Representations of Hair in Mid-Victorian Arthurian Poetry

Jasmin Böhm


This article analyses images of women's and men's hair in mid-Victorian Arthurian poetry: Alfred Lord Tennyson's Idylls of the King, William Morris' Defence of Guenevere, and Matthew Arnold's "Tristram and Iseult". I distinguish erotic, disgusting and threatening aspects of seductive hairplay and examine the significance of hair style and colour as a moral qualifier. In these functions, hair can relate to Victorian cultural discourses of moral purity, gender, and race and allude to both Christian and pagan tradition. Finally, as I demonstrate in a short analysis of Arnold's poem, characters may also be linked and identify with each other through hair typification.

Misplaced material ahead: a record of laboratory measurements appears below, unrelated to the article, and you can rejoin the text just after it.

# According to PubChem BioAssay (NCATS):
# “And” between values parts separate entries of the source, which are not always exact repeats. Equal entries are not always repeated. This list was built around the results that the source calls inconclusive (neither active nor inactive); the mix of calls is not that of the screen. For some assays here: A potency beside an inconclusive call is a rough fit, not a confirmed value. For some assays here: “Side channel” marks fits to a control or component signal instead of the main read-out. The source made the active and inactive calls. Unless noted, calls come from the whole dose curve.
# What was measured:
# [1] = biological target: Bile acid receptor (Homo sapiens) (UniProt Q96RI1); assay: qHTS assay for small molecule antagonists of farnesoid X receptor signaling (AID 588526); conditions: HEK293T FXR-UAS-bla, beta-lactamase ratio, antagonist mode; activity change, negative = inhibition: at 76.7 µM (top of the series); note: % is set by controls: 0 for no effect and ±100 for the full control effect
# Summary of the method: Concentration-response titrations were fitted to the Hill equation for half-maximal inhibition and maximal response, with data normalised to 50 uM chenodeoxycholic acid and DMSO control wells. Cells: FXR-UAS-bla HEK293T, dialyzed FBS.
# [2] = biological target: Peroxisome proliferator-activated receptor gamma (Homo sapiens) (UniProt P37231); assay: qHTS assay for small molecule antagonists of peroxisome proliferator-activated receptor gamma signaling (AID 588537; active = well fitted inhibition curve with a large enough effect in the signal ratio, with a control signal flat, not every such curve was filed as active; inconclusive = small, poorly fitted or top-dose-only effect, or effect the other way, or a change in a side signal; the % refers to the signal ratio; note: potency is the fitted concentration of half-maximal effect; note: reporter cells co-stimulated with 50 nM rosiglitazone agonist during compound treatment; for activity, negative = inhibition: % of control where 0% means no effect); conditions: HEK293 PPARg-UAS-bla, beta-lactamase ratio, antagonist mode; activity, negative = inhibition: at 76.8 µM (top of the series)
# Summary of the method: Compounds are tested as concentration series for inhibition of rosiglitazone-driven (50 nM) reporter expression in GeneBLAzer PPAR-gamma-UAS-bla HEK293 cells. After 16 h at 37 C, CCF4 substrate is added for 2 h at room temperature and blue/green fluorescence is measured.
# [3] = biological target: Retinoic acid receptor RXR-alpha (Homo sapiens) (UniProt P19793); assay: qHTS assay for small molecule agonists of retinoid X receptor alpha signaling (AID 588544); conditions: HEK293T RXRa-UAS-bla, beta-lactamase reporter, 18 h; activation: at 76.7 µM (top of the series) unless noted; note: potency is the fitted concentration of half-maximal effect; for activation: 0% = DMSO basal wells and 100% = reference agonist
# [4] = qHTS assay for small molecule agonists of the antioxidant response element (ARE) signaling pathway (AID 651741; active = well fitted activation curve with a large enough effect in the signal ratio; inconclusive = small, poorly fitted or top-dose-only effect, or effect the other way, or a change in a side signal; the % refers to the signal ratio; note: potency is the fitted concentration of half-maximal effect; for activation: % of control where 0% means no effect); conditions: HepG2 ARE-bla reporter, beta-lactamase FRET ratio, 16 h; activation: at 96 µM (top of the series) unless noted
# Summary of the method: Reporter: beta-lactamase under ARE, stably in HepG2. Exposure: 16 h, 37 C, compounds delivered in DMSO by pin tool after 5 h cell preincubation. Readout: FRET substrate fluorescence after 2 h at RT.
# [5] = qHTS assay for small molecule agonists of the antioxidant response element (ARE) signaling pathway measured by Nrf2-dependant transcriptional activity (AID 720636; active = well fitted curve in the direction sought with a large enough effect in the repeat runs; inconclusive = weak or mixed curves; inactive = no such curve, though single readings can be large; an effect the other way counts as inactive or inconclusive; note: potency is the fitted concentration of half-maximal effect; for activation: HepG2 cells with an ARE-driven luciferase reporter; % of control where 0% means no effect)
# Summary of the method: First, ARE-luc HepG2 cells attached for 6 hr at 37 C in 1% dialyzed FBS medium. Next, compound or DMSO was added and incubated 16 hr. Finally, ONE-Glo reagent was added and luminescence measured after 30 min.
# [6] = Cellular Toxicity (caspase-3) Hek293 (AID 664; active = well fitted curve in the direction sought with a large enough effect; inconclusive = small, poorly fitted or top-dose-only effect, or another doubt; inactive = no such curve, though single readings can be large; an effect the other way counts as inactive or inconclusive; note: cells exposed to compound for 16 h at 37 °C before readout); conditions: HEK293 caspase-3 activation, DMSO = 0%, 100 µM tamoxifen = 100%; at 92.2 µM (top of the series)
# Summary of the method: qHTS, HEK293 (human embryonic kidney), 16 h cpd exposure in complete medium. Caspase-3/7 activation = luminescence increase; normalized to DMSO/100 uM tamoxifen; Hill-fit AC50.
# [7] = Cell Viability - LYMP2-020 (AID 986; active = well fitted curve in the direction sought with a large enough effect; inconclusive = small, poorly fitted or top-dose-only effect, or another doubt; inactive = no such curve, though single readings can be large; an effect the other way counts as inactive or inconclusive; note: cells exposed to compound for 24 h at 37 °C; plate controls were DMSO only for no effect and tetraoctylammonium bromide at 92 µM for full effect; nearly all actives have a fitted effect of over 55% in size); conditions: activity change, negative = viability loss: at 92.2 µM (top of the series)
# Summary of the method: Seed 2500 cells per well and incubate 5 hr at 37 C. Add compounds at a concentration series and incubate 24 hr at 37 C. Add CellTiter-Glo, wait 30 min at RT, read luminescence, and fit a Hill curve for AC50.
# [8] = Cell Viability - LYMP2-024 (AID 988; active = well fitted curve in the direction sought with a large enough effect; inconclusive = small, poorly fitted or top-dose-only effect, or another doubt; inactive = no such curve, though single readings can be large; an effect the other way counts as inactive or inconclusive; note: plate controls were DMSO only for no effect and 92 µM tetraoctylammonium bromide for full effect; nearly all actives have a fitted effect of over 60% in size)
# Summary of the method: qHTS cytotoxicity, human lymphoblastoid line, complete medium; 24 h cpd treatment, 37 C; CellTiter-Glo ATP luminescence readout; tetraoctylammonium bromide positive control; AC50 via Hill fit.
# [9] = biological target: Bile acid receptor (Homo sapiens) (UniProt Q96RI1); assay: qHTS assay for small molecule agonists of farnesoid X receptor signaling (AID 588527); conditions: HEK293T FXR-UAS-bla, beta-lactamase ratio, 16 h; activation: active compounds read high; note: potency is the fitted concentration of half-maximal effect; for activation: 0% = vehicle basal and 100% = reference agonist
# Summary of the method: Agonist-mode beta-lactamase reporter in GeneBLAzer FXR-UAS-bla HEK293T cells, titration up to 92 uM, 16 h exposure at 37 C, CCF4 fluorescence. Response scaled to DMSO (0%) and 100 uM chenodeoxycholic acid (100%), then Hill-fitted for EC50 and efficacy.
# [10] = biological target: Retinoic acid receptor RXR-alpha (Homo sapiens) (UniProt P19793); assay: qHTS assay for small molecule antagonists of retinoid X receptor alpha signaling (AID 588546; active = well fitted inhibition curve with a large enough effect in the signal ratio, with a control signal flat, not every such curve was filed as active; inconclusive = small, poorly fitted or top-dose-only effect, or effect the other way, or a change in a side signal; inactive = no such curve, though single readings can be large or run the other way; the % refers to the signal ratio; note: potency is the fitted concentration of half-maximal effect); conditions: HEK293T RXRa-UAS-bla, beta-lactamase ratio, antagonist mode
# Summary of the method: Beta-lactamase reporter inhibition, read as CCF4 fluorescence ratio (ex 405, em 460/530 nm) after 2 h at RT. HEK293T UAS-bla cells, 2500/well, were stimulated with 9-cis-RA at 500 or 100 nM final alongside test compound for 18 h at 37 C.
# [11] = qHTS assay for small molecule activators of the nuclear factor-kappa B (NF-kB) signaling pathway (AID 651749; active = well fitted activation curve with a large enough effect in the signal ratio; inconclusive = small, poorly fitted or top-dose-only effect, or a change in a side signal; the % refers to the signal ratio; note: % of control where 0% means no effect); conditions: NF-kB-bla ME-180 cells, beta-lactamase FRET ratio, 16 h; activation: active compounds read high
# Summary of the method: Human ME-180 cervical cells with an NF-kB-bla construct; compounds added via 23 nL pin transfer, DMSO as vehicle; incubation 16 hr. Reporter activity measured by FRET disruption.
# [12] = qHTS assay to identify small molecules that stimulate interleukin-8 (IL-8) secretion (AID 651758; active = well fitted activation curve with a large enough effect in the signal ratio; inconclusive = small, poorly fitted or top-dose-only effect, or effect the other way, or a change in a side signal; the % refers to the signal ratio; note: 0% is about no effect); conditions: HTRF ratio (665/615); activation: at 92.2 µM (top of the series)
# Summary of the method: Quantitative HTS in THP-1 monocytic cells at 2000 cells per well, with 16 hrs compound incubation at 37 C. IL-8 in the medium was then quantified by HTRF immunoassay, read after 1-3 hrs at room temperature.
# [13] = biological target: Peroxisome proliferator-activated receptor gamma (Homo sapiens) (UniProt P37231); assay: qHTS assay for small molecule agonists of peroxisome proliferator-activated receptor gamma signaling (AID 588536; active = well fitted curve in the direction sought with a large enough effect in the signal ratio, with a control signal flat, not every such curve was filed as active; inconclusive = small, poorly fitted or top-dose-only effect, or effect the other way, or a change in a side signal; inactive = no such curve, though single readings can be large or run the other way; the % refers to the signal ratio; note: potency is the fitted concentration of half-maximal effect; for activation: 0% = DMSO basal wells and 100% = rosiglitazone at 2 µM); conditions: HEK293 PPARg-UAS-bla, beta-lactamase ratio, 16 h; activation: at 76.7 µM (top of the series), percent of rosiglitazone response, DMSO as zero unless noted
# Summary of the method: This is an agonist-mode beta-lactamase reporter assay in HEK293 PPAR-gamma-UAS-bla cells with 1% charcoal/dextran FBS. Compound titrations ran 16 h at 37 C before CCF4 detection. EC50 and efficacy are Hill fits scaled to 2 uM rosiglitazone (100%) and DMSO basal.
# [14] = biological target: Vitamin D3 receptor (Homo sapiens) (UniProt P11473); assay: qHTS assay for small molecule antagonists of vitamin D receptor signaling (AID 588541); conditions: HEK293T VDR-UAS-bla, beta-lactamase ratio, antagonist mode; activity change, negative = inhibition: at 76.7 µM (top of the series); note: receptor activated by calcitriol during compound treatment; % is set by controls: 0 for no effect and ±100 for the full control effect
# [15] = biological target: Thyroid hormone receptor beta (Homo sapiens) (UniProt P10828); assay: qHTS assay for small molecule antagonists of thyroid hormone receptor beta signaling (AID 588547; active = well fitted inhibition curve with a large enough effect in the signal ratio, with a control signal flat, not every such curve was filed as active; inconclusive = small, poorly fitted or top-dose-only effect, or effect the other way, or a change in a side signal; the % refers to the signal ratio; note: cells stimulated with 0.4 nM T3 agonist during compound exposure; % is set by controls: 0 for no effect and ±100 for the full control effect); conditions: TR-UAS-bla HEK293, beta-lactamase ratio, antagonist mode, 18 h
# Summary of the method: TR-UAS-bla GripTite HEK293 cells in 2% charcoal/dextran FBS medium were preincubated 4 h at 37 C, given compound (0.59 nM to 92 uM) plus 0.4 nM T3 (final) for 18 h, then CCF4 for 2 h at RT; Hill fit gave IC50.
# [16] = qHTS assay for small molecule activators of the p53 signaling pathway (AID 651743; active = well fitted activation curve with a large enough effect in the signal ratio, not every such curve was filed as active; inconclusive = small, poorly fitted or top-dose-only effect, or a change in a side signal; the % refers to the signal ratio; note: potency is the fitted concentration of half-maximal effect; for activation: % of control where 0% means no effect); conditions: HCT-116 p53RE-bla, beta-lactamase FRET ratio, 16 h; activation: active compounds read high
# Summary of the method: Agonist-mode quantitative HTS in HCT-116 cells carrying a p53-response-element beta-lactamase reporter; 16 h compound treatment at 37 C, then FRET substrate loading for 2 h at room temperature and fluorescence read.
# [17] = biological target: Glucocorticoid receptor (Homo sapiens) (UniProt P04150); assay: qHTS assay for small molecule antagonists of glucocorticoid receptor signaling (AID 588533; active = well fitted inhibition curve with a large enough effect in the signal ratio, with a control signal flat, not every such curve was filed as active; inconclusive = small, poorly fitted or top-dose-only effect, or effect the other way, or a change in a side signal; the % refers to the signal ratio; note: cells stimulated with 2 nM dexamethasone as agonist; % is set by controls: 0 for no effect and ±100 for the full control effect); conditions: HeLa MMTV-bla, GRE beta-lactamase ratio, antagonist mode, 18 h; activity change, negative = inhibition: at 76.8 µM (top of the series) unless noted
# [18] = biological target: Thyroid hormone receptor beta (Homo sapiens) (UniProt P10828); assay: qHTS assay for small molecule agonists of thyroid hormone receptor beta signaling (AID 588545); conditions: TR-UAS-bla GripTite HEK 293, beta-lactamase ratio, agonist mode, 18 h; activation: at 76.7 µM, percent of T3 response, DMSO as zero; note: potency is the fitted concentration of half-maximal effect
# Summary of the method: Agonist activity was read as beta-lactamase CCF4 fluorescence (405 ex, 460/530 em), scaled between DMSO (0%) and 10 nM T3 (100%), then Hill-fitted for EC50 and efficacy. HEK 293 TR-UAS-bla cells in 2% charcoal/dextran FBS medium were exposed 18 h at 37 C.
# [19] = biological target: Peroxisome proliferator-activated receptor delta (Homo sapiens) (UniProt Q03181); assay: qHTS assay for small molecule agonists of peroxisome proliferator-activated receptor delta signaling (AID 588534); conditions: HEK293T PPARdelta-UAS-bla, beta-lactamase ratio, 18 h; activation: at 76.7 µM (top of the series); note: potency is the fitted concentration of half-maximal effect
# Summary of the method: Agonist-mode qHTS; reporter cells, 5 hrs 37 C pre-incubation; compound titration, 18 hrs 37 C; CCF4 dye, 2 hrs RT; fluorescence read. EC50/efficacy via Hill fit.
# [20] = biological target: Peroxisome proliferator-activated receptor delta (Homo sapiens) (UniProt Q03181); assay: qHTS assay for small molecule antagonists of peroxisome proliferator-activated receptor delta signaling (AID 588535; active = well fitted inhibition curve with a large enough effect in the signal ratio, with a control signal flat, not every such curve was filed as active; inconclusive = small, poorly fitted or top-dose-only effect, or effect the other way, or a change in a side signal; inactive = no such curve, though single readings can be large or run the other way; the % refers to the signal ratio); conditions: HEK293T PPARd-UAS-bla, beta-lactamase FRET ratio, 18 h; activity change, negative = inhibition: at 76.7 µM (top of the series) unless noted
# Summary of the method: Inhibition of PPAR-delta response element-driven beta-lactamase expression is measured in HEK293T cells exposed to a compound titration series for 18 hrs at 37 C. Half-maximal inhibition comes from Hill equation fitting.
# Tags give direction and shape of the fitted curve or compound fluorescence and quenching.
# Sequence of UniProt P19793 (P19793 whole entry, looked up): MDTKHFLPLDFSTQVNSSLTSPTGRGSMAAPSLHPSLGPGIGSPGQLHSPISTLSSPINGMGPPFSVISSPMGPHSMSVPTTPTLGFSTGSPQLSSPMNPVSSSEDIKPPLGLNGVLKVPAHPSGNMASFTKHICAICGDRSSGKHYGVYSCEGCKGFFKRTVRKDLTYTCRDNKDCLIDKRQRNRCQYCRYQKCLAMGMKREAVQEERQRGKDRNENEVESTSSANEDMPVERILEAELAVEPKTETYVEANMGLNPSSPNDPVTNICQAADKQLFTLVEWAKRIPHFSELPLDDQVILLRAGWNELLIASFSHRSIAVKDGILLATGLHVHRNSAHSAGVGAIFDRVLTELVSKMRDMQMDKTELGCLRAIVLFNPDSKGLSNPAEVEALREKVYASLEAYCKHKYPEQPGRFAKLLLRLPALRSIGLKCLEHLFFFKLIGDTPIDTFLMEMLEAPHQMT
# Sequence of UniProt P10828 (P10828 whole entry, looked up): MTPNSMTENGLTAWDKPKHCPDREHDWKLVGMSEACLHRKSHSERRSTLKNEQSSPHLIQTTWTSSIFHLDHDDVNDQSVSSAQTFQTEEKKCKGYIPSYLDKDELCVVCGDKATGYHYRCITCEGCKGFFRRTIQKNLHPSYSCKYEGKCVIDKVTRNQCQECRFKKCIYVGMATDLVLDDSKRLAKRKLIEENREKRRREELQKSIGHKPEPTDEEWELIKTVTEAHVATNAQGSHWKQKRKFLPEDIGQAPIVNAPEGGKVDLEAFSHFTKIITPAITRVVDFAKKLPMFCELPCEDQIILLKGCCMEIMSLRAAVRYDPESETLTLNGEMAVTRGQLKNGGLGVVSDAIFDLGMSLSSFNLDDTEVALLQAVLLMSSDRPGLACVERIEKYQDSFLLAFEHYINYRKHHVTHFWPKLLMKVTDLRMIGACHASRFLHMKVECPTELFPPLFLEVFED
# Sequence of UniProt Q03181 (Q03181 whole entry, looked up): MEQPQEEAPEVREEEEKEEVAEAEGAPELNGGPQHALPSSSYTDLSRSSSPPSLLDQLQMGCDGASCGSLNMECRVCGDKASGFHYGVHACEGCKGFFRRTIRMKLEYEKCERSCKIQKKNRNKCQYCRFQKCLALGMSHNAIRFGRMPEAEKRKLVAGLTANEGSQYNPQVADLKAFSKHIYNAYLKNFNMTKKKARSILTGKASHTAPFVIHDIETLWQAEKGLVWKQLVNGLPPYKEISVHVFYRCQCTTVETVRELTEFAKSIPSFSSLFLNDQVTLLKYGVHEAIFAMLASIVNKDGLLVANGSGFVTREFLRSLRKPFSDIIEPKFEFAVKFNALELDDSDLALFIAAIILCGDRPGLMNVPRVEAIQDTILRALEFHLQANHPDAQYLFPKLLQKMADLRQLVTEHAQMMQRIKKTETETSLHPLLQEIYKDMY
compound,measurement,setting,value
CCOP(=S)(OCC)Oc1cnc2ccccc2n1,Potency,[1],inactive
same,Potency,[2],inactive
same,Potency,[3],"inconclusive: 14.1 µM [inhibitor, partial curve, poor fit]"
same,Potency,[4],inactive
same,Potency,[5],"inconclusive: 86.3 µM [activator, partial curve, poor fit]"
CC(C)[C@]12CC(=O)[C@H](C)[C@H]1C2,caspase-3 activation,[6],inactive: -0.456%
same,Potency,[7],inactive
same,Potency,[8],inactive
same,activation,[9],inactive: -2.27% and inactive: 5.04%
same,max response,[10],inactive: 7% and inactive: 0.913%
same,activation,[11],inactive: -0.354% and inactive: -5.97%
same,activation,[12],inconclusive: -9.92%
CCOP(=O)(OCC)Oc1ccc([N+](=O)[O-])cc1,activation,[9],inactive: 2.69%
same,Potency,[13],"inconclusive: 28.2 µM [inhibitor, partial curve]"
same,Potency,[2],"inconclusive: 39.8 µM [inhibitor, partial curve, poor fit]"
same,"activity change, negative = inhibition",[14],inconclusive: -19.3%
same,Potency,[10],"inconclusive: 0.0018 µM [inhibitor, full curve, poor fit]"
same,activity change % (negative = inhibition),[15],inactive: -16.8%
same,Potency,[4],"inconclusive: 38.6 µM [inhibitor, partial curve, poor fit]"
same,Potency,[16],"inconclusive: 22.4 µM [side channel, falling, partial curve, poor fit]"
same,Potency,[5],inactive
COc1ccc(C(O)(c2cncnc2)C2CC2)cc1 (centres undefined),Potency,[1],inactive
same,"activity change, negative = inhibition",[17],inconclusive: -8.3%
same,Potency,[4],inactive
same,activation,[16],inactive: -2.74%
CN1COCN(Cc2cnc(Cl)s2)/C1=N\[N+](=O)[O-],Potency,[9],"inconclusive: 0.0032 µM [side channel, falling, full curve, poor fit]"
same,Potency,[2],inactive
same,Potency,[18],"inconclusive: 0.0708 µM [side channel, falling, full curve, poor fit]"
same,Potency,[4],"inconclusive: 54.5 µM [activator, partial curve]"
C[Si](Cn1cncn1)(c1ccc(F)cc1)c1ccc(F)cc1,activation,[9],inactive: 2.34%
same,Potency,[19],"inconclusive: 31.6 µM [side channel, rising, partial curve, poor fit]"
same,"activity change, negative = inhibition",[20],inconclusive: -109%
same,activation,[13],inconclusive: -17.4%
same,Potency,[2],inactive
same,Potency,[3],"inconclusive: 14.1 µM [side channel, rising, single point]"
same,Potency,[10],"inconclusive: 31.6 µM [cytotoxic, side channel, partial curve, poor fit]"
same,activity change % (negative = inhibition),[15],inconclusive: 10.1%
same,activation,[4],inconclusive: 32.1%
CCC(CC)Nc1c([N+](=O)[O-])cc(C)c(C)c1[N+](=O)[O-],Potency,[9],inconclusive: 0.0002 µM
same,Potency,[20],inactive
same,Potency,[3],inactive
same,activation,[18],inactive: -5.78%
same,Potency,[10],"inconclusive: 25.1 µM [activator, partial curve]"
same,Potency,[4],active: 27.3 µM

Victorian Poetry; Arthurian; Gender Studies; Alfred Lord Tennyson; William Morris; Matthew Arnold

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